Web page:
As voters take to the polls today to choose the Democratic nominee for mayor, they will decide between an embattled incumbent fighting for his political career and an upstart Washington, D.C. councilmember determined to portray herself as the person to turn the page on the District’s longstanding tradition of political corruption.

According to a poll published March 21 by Washington City Paper, Mayor Vincent Gray and Councilmember Muriel Bowser (D-Ward 4) are head-to-head — each with 27 percent of the vote.

Bowser, a close ally of Gray’s predecessor Adrian Fenty, has adopted the mantle of a youthful, energetic campaign to contrast Gray’s more veteran political style.

“We know that the residents of this city want a fresh start in the mayor’s office. We know that they’re impressed with our vision and energy in terms of getting the city onto the next level,” Bowser said during the televised mayoral debate March 26. “Nobody is gaining steam like we are. We’re very well positioned for a big win on April 1.”

Gray, who has been accused of accepting illegal campaign contributions during his 2010 mayoral campaign, has seen his numbers hold steady — around 30 percent of the Democratic vote in the most recent public polls.

Both candidates have strengthened their campaign finances in the week leading up to the election. According to reports from the D.C. Office of Campaign Finance, Bowser’s campaign has taken in $63,500 in new donations since Monday, including significant donations from local companies Blue Sky Development and McCullough Residential and local developer Chris Donatelli. Gray’s campaign, too, has taken in upwards of $5,000 in donations this past week, the majority of which came from members of Gray’s own cabinet.

Amid criticism of his 2010 finances, Gray has been quick to showcase his administration’s successes regarding fiscal stability and education reform. Since authoring a bill expanding access to public schools six years ago, Gray has seen Washington, D.C. take the lead in the proportion of preschoolers enrolled in public pre-kindergarten.

Meanwhile, Gray has depicted his challengers as people who simply want his job — nothing more.

“The two of them,” Gray said at the March 26 debate, referring to challengers Bowser and Councilmember Tommy Wells (D-Ward 6). “Have a vested interest in trying to present a case that what had been alleged is correct. Ms. Bowser wants my job; Mr. Wells wants my job. That’s it.”

Despite the mayor’s protests, the benefits of being “anybody but Gray” have paid dividends for Bowser, who, until mid-February, had been mired in a field of challengers that included three of her colleagues on the Washington, D.C. Council: Wells, Councilmember Vincent Orange (D-At Large) and Councilmember Jack Evans (D-Ward 2).

Wells and Evans are the only other candidates who have been able to maintain significant levels of support among the Democratic electorate. The same Washington City Paper poll put Wells’ support at 9 percent and Evans’ at 13 percent, which could have a critical effect on the vote.

For Gray, the thought of an intensely competitive Democratic primary in his re-election bid would have been laughable following his defeat of Fenty in the 2010 primary — 53 percent to 46 percent. However, the scandal surrounding Gray and businessman Jeffrey Thompson, who pleaded guilty to charges of conspiracy to violate campaign finance laws, has put Gray on the defensive. He has therefore been unable to highlight his administration’s successes, including a decrease in unemployment and continued education reforms.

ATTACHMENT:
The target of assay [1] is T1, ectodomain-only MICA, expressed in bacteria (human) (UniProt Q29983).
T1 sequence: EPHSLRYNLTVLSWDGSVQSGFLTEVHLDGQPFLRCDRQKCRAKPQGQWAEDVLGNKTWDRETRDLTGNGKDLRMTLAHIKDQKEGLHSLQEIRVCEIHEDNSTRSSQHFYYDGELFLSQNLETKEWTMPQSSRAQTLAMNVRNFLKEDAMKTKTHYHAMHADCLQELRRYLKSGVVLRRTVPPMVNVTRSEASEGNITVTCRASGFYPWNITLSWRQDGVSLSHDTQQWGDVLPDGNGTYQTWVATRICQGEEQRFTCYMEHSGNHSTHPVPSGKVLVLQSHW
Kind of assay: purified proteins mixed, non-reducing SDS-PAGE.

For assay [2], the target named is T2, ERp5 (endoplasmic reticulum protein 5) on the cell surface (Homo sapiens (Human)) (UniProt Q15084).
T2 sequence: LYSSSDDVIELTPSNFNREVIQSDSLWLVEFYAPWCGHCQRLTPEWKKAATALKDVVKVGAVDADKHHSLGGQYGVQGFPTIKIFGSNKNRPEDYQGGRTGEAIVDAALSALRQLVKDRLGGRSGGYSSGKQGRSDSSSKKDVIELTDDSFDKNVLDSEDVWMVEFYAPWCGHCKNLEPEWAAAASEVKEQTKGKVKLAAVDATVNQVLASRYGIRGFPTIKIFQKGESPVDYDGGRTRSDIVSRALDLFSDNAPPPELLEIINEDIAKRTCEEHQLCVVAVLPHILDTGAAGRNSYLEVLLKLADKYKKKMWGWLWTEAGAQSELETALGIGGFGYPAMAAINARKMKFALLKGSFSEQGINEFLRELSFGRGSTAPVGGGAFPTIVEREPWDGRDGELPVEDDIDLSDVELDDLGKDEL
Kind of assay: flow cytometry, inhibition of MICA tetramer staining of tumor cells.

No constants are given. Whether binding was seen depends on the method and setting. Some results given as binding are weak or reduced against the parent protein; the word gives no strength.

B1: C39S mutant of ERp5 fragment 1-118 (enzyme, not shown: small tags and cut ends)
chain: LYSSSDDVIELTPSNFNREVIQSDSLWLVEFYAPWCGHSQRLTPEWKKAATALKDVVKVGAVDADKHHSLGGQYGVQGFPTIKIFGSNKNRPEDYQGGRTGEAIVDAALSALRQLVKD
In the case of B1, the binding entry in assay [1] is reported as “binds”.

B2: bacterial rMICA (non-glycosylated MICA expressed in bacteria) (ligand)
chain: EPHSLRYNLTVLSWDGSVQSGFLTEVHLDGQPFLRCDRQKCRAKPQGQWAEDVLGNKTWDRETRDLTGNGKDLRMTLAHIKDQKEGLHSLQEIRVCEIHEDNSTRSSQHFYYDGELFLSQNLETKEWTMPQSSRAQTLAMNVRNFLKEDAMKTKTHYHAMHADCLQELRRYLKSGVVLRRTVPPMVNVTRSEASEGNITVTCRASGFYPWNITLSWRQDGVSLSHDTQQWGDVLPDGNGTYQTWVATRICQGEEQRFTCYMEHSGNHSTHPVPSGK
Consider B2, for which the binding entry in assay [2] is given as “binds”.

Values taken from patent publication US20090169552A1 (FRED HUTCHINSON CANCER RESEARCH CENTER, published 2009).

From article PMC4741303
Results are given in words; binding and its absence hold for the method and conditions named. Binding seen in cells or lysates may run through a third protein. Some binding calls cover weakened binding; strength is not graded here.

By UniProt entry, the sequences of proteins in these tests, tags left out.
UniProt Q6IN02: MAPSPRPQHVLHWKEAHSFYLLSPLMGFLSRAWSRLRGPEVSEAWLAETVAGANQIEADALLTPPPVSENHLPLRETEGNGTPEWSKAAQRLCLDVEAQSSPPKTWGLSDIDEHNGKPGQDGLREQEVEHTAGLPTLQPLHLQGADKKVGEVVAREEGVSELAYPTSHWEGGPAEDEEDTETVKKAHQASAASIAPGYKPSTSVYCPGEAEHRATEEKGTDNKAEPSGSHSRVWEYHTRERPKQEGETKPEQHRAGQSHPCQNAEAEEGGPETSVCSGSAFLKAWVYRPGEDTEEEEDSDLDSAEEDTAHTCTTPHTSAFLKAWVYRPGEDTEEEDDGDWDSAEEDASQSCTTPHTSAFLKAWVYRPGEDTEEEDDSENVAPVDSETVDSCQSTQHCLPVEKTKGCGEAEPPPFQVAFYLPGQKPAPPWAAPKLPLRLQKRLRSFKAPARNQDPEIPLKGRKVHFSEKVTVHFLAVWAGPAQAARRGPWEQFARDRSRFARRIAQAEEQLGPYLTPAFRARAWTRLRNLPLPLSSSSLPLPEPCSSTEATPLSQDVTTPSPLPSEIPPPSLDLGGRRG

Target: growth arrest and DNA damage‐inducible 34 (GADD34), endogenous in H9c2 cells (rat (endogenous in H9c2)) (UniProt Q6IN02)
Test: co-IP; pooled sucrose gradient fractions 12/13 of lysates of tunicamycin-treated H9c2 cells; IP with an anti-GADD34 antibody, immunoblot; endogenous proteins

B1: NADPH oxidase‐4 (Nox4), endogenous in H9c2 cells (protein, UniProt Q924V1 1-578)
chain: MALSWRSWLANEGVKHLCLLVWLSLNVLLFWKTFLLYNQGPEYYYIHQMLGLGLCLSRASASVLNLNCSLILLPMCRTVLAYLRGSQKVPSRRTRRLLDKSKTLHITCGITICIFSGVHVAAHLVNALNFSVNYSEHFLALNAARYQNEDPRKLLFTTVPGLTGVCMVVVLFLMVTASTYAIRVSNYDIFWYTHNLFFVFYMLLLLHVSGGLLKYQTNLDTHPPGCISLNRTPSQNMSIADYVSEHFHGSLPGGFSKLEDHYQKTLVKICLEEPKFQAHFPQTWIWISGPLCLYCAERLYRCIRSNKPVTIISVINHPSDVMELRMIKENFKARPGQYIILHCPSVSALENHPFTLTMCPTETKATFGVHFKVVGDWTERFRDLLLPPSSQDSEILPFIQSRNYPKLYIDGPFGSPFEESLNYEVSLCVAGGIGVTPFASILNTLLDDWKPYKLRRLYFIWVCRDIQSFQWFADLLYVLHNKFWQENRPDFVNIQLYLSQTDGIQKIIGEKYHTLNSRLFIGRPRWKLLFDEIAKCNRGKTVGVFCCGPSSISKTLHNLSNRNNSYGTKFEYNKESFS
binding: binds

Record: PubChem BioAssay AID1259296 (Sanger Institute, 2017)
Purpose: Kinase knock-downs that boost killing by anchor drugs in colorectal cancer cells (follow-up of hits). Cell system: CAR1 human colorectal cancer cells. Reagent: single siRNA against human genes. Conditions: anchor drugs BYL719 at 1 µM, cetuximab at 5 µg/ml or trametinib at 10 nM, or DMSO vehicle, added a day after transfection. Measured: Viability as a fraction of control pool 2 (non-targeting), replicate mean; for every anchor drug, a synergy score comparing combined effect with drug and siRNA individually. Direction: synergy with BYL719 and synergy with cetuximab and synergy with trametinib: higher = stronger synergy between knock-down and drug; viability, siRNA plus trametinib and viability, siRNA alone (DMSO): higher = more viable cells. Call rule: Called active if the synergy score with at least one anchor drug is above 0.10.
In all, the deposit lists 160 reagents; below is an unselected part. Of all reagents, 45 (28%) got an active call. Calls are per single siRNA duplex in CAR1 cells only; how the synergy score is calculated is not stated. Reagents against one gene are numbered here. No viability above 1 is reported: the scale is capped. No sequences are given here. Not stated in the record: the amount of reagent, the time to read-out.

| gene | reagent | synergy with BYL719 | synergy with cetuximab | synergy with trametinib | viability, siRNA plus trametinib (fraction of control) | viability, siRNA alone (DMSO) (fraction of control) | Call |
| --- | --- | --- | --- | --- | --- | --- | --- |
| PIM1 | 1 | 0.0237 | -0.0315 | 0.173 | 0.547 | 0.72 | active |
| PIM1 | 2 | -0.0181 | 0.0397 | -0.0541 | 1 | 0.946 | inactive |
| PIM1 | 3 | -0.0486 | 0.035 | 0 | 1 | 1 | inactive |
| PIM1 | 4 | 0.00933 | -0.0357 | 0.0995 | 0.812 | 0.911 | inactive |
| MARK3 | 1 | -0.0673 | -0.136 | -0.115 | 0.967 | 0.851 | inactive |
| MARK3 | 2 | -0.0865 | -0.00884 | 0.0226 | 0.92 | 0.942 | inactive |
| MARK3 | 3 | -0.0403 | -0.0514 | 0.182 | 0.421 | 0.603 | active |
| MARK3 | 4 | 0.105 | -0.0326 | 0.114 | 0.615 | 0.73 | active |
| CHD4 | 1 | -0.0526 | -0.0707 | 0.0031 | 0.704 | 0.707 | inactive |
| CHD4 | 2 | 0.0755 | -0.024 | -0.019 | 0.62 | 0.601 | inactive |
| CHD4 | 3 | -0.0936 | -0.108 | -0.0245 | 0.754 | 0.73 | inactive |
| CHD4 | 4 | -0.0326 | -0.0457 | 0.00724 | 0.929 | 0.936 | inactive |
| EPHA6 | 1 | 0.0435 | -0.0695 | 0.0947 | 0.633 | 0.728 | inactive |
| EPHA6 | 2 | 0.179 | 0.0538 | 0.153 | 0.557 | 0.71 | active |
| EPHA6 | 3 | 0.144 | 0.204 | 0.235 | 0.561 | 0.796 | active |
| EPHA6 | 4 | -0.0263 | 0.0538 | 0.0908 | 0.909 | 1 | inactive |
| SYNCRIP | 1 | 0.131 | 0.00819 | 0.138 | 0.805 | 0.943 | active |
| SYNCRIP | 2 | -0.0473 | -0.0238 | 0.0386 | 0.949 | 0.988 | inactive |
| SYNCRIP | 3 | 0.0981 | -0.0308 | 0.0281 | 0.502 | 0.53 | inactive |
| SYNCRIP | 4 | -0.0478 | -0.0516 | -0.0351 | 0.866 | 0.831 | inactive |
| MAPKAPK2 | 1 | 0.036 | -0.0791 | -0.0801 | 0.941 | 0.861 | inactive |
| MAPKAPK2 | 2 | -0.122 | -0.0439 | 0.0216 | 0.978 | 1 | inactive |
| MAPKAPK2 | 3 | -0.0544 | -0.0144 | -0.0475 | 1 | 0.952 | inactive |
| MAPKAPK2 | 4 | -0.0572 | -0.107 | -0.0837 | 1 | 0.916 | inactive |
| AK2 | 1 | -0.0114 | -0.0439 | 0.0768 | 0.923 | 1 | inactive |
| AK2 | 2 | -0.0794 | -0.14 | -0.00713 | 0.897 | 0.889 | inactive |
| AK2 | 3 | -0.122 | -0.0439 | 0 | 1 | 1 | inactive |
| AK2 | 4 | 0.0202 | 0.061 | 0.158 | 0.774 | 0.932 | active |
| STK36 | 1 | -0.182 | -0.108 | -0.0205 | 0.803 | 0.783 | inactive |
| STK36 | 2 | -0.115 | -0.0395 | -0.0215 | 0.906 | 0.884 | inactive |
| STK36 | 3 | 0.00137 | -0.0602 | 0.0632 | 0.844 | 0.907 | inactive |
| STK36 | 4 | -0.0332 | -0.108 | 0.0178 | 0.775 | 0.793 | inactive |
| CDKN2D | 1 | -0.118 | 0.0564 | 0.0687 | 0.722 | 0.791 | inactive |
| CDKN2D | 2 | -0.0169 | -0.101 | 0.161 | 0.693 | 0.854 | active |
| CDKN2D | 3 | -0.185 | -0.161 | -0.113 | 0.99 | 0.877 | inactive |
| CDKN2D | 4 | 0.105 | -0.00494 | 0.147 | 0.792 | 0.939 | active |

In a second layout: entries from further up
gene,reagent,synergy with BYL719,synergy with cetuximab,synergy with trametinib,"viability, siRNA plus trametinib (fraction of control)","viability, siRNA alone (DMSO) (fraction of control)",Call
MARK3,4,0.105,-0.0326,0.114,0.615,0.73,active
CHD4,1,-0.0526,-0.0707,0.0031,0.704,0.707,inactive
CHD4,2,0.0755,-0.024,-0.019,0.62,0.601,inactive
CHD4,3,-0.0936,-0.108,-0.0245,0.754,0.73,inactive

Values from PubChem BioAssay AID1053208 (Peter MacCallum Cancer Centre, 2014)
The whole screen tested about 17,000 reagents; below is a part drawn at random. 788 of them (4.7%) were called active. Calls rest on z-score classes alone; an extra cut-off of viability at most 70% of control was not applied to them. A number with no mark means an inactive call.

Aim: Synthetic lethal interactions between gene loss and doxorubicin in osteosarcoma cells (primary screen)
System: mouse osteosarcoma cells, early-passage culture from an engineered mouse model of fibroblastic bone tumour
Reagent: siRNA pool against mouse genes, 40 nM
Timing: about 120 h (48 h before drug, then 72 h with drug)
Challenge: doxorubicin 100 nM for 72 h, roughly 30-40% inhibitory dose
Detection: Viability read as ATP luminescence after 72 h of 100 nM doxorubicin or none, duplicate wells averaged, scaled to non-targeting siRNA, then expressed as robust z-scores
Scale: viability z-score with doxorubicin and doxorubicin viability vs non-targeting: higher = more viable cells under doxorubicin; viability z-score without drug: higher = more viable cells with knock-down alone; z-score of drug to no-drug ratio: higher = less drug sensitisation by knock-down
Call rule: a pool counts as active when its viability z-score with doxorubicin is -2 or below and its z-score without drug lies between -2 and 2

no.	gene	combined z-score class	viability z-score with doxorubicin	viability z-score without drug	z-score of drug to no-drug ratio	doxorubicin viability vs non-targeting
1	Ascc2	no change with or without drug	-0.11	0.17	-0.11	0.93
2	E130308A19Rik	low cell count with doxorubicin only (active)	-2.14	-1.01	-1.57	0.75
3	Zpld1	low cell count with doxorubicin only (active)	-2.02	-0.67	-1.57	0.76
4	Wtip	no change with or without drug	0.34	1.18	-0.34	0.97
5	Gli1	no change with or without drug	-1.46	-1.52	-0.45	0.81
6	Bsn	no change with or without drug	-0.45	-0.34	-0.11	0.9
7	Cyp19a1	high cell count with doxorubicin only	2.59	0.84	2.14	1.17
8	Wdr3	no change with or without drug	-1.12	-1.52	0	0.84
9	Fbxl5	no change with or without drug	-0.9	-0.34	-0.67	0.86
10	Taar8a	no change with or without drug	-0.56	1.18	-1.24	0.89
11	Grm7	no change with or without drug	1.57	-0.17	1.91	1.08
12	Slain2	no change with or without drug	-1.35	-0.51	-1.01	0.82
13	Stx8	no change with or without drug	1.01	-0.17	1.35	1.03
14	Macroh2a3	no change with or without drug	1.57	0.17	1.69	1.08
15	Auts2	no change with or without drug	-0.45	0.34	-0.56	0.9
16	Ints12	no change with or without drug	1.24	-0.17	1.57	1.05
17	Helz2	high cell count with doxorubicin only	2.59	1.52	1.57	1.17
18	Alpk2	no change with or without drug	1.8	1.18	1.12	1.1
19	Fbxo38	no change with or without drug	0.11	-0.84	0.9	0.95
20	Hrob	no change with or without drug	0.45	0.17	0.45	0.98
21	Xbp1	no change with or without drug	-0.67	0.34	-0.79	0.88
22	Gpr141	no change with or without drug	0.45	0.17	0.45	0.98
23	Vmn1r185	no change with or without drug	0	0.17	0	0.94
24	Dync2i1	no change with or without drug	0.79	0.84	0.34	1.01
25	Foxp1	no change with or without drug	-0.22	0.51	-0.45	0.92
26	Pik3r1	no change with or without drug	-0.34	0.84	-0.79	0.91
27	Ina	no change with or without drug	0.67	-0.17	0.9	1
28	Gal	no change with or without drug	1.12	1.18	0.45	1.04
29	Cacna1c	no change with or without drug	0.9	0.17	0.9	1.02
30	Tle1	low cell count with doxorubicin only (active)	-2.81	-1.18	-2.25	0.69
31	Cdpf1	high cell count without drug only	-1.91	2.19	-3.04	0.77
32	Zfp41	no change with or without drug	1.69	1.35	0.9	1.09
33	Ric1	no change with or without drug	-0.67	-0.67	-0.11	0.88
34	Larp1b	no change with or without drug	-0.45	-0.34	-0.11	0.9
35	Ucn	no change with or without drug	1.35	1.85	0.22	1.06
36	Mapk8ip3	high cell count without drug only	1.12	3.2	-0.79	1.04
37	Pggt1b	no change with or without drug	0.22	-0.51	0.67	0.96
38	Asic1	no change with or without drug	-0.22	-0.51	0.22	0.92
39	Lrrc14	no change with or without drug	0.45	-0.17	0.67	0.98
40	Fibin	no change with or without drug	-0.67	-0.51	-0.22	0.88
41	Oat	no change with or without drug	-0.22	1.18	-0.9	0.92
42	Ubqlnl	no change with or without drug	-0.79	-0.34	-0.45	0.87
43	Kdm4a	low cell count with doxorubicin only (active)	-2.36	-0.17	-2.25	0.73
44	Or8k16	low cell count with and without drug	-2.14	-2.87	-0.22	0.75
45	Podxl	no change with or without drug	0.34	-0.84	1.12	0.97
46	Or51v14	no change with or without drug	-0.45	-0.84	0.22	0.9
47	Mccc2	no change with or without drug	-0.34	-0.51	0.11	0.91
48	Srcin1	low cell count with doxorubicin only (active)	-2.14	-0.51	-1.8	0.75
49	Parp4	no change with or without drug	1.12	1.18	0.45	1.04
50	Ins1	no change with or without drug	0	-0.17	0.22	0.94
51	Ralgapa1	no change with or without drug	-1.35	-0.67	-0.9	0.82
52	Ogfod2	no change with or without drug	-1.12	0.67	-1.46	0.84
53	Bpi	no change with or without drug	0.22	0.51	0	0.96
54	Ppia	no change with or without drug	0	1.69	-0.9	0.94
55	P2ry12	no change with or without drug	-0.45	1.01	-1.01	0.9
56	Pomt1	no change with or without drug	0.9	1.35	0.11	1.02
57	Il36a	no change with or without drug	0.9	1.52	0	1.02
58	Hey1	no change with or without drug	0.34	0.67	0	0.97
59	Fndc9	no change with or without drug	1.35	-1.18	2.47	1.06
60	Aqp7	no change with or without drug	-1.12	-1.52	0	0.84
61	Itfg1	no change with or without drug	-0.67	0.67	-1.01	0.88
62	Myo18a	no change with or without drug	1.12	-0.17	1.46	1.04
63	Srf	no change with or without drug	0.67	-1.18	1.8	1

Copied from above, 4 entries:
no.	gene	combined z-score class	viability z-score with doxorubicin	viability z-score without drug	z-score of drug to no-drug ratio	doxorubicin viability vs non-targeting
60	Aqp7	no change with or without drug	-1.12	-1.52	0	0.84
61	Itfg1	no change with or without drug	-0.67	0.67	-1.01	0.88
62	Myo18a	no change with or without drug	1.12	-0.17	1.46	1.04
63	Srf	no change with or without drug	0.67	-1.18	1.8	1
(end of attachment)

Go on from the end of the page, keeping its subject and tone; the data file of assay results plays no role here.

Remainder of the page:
Gray is serious enough about his perceived challenger that he has enlisted the help of a controversial political figure: Councilmember Marion Barry (D-Ward 8), who was arrested in 1990 and spent six months in jail for cocaine possession.

Barry is still immensely popular among the District’s black population — especially in Ward 8, where Gray achieved huge margins over Fenty in the 2010 primary election.

When he endorsed Gray during a press conference, Barry was not shy about expressing his views on the voting habits of the District’s white population.

“I think it’s up to white people to be more open minded,” Barry said. “Blacks are more open-minded than they are. Simple as that.”

The victor, whoever it will be, will face a significant challenger come November — a rarity in a city where Democratic dominance has gone without a real challenge since the District was first able to elect its own mayor in 1974.

Councilmember David Catania (I-At Large) (SFS ’90, LAW ’94) — a white, gay, Republican-turned-independent candidate — announced his candidacy just two days after Thompson’s guilty plea. Catania is well known in a city that has seen significant demographic shifts in recent years; a younger population coupled with a shrinking black share of the vote could favor Catania, whose main focus has been education reform.

“I would be delighted to put my record against any of those who currently have Democrat by their name, as it relates to Democratic values,” Catania told reporters after filing his candidacy with the D.C. Board of Election March 14. “Labels are fine, but I think the people are looking for a leader who has actually delivered.”

The D.C. Board of Elections is offering various services aimed at increasing voter turnout, including a mobile app designed to help local voters find directions to polling places, register to vote and view the candidate list. Registration is also offered at all polling places, according to the BOE’s website.

For voters in Georgetown’s Precinct 6, including the Burleith-Hillandale neighborhood, voting will take place at Duke Ellington School of the Arts, 3500 R St. NW; polls are open from 7 a.m. to 8 p.m. Same-day registration will be accepted with appropriate identification.

 

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